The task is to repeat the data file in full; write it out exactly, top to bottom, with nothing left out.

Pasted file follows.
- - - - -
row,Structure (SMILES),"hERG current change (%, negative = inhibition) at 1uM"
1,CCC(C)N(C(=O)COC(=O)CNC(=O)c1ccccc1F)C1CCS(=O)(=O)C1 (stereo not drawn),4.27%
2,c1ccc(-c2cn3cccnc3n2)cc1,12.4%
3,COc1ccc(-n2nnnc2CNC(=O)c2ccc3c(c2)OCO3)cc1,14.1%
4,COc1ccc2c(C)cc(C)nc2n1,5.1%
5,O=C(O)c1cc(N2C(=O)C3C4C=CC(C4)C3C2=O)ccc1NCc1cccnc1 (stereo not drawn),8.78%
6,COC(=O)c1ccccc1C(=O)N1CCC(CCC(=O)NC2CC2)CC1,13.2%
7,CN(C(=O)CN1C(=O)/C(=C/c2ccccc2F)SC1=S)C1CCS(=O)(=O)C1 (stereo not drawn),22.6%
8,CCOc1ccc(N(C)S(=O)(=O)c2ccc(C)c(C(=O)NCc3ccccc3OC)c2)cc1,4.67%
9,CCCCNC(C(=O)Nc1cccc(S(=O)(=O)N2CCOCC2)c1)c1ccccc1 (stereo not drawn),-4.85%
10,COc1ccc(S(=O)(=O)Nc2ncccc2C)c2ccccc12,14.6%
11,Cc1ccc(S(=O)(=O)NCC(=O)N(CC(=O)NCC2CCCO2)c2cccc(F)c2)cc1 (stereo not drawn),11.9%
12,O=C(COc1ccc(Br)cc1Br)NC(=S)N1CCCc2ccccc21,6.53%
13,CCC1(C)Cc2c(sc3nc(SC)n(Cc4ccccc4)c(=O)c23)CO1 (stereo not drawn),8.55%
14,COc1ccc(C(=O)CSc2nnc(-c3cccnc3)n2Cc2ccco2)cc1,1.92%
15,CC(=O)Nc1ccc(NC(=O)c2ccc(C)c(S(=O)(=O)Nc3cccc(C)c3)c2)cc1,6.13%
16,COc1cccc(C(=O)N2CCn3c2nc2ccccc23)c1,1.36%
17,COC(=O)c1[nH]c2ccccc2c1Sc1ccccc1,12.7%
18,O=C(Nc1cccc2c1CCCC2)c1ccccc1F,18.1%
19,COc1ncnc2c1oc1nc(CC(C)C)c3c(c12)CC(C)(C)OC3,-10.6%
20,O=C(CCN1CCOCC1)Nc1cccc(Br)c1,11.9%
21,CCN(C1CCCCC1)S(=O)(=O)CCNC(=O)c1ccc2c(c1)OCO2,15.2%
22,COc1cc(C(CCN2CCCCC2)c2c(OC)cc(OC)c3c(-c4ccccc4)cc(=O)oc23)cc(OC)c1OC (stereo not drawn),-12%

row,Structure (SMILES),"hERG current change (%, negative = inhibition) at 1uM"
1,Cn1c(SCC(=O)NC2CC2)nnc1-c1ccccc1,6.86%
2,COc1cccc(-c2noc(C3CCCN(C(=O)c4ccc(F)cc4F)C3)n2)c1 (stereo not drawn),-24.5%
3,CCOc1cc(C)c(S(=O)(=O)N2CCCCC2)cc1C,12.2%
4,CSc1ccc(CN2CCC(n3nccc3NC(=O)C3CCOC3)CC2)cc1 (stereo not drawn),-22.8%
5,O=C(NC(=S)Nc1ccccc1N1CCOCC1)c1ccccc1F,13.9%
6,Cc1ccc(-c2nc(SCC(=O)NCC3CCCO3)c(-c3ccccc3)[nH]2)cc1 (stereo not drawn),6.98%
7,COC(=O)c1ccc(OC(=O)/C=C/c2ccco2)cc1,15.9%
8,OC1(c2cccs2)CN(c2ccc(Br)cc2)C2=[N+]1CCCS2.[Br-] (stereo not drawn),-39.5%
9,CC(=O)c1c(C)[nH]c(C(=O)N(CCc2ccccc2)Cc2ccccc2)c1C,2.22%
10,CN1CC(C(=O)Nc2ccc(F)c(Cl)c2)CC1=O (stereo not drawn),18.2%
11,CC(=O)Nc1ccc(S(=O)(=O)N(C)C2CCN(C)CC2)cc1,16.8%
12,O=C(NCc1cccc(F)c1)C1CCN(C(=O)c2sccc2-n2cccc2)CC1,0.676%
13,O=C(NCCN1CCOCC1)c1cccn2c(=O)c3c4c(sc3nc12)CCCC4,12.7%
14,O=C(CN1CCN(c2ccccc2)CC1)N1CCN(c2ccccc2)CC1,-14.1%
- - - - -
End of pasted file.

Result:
row,Structure (SMILES),"hERG current change (%, negative = inhibition) at 1uM"
1,CCC(C)N(C(=O)COC(=O)CNC(=O)c1ccccc1F)C1CCS(=O)(=O)C1 (stereo not drawn),4.27%
2,c1ccc(-c2cn3cccnc3n2)cc1,12.4%
3,COc1ccc(-n2nnnc2CNC(=O)c2ccc3c(c2)OCO3)cc1,14.1%
4,COc1ccc2c(C)cc(C)nc2n1,5.1%
5,O=C(O)c1cc(N2C(=O)C3C4C=CC(C4)C3C2=O)ccc1NCc1cccnc1 (stereo not drawn),8.78%
6,COC(=O)c1ccccc1C(=O)N1CCC(CCC(=O)NC2CC2)CC1,13.2%
7,CN(C(=O)CN1C(=O)/C(=C/c2ccccc2F)SC1=S)C1CCS(=O)(=O)C1 (stereo not drawn),22.6%
8,CCOc1ccc(N(C)S(=O)(=O)c2ccc(C)c(C(=O)NCc3ccccc3OC)c2)cc1,4.67%
9,CCCCNC(C(=O)Nc1cccc(S(=O)(=O)N2CCOCC2)c1)c1ccccc1 (stereo not drawn),-4.85%
10,COc1ccc(S(=O)(=O)Nc2ncccc2C)c2ccccc12,14.6%
11,Cc1ccc(S(=O)(=O)NCC(=O)N(CC(=O)NCC2CCCO2)c2cccc(F)c2)cc1 (stereo not drawn),11.9%
12,O=C(COc1ccc(Br)cc1Br)NC(=S)N1CCCc2ccccc21,6.53%
13,CCC1(C)Cc2c(sc3nc(SC)n(Cc4ccccc4)c(=O)c23)CO1 (stereo not drawn),8.55%
14,COc1ccc(C(=O)CSc2nnc(-c3cccnc3)n2Cc2ccco2)cc1,1.92%
15,CC(=O)Nc1ccc(NC(=O)c2ccc(C)c(S(=O)(=O)Nc3cccc(C)c3)c2)cc1,6.13%
16,COc1cccc(C(=O)N2CCn3c2nc2ccccc23)c1,1.36%
17,COC(=O)c1[nH]c2ccccc2c1Sc1ccccc1,12.7%
18,O=C(Nc1cccc2c1CCCC2)c1ccccc1F,18.1%
19,COc1ncnc2c1oc1nc(CC(C)C)c3c(c12)CC(C)(C)OC3,-10.6%
20,O=C(CCN1CCOCC1)Nc1cccc(Br)c1,11.9%
21,CCN(C1CCCCC1)S(=O)(=O)CCNC(=O)c1ccc2c(c1)OCO2,15.2%
22,COc1cc(C(CCN2CCCCC2)c2c(OC)cc(OC)c3c(-c4ccccc4)cc(=O)oc23)cc(OC)c1OC (stereo not drawn),-12%

row,Structure (SMILES),"hERG current change (%, negative = inhibition) at 1uM"
1,Cn1c(SCC(=O)NC2CC2)nnc1-c1ccccc1,6.86%
2,COc1cccc(-c2noc(C3CCCN(C(=O)c4ccc(F)cc4F)C3)n2)c1 (stereo not drawn),-24.5%
3,CCOc1cc(C)c(S(=O)(=O)N2CCCCC2)cc1C,12.2%
4,CSc1ccc(CN2CCC(n3nccc3NC(=O)C3CCOC3)CC2)cc1 (stereo not drawn),-22.8%
5,O=C(NC(=S)Nc1ccccc1N1CCOCC1)c1ccccc1F,13.9%
6,Cc1ccc(-c2nc(SCC(=O)NCC3CCCO3)c(-c3ccccc3)[nH]2)cc1 (stereo not drawn),6.98%
7,COC(=O)c1ccc(OC(=O)/C=C/c2ccco2)cc1,15.9%
8,OC1(c2cccs2)CN(c2ccc(Br)cc2)C2=[N+]1CCCS2.[Br-] (stereo not drawn),-39.5%
9,CC(=O)c1c(C)[nH]c(C(=O)N(CCc2ccccc2)Cc2ccccc2)c1C,2.22%
10,CN1CC(C(=O)Nc2ccc(F)c(Cl)c2)CC1=O (stereo not drawn),18.2%
11,CC(=O)Nc1ccc(S(=O)(=O)N(C)C2CCN(C)CC2)cc1,16.8%
12,O=C(NCc1cccc(F)c1)C1CCN(C(=O)c2sccc2-n2cccc2)CC1,0.676%
13,O=C(NCCN1CCOCC1)c1cccn2c(=O)c3c4c(sc3nc12)CCCC4,12.7%
14,O=C(CN1CCN(c2ccccc2)CC1)N1CCN(c2ccccc2)CC1,-14.1%